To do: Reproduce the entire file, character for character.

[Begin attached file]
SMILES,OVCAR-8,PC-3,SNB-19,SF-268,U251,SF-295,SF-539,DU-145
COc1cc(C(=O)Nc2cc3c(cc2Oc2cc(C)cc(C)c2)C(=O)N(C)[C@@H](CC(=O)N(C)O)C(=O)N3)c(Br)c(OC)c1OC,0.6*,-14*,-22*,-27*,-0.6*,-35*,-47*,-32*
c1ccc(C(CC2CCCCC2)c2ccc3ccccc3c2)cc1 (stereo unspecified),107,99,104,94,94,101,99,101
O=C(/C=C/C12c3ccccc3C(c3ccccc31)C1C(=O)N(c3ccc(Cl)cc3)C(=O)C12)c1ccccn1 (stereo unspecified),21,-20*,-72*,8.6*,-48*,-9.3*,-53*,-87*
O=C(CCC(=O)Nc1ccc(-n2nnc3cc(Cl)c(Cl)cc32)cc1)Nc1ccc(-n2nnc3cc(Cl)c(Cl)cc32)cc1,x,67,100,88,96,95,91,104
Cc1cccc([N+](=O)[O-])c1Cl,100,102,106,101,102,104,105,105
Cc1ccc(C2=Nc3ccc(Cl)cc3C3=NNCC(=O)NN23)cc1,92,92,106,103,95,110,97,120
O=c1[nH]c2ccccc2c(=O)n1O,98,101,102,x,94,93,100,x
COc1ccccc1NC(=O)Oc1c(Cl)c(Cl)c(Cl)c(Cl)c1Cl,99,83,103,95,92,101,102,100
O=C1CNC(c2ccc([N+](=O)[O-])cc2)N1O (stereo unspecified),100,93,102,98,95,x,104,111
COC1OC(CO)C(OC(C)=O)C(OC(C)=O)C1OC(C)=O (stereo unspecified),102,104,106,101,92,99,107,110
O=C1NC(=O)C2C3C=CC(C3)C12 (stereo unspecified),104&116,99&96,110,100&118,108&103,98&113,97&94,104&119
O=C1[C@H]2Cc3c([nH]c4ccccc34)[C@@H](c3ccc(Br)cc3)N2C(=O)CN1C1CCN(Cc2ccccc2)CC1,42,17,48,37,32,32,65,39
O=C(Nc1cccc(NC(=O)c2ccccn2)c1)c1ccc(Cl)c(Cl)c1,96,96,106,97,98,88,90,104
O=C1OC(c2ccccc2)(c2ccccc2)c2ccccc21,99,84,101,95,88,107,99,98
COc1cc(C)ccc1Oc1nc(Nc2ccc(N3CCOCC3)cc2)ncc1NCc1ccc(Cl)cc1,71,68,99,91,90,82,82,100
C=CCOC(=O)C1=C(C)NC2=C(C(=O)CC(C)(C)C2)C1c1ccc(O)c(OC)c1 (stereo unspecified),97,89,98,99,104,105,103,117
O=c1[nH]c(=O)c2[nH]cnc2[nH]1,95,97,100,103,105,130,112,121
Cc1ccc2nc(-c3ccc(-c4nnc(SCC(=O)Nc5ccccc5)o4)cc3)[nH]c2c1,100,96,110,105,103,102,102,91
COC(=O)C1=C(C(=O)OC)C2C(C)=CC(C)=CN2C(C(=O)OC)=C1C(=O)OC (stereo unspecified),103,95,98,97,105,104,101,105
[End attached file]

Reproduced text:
SMILES,OVCAR-8,PC-3,SNB-19,SF-268,U251,SF-295,SF-539,DU-145
COc1cc(C(=O)Nc2cc3c(cc2Oc2cc(C)cc(C)c2)C(=O)N(C)[C@@H](CC(=O)N(C)O)C(=O)N3)c(Br)c(OC)c1OC,0.6*,-14*,-22*,-27*,-0.6*,-35*,-47*,-32*
c1ccc(C(CC2CCCCC2)c2ccc3ccccc3c2)cc1 (stereo unspecified),107,99,104,94,94,101,99,101
O=C(/C=C/C12c3ccccc3C(c3ccccc31)C1C(=O)N(c3ccc(Cl)cc3)C(=O)C12)c1ccccn1 (stereo unspecified),21,-20*,-72*,8.6*,-48*,-9.3*,-53*,-87*
O=C(CCC(=O)Nc1ccc(-n2nnc3cc(Cl)c(Cl)cc32)cc1)Nc1ccc(-n2nnc3cc(Cl)c(Cl)cc32)cc1,x,67,100,88,96,95,91,104
Cc1cccc([N+](=O)[O-])c1Cl,100,102,106,101,102,104,105,105
Cc1ccc(C2=Nc3ccc(Cl)cc3C3=NNCC(=O)NN23)cc1,92,92,106,103,95,110,97,120
O=c1[nH]c2ccccc2c(=O)n1O,98,101,102,x,94,93,100,x
COc1ccccc1NC(=O)Oc1c(Cl)c(Cl)c(Cl)c(Cl)c1Cl,99,83,103,95,92,101,102,100
O=C1CNC(c2ccc([N+](=O)[O-])cc2)N1O (stereo unspecified),100,93,102,98,95,x,104,111
COC1OC(CO)C(OC(C)=O)C(OC(C)=O)C1OC(C)=O (stereo unspecified),102,104,106,101,92,99,107,110
O=C1NC(=O)C2C3C=CC(C3)C12 (stereo unspecified),104&116,99&96,110,100&118,108&103,98&113,97&94,104&119
O=C1[C@H]2Cc3c([nH]c4ccccc34)[C@@H](c3ccc(Br)cc3)N2C(=O)CN1C1CCN(Cc2ccccc2)CC1,42,17,48,37,32,32,65,39
O=C(Nc1cccc(NC(=O)c2ccccn2)c1)c1ccc(Cl)c(Cl)c1,96,96,106,97,98,88,90,104
O=C1OC(c2ccccc2)(c2ccccc2)c2ccccc21,99,84,101,95,88,107,99,98
COc1cc(C)ccc1Oc1nc(Nc2ccc(N3CCOCC3)cc2)ncc1NCc1ccc(Cl)cc1,71,68,99,91,90,82,82,100
C=CCOC(=O)C1=C(C)NC2=C(C(=O)CC(C)(C)C2)C1c1ccc(O)c(OC)c1 (stereo unspecified),97,89,98,99,104,105,103,117
O=c1[nH]c(=O)c2[nH]cnc2[nH]1,95,97,100,103,105,130,112,121
Cc1ccc2nc(-c3ccc(-c4nnc(SCC(=O)Nc5ccccc5)o4)cc3)[nH]c2c1,100,96,110,105,103,102,102,91
COC(=O)C1=C(C(=O)OC)C2C(C)=CC(C)=CN2C(C(=O)OC)=C1C(=O)OC (stereo unspecified),103,95,98,97,105,104,101,105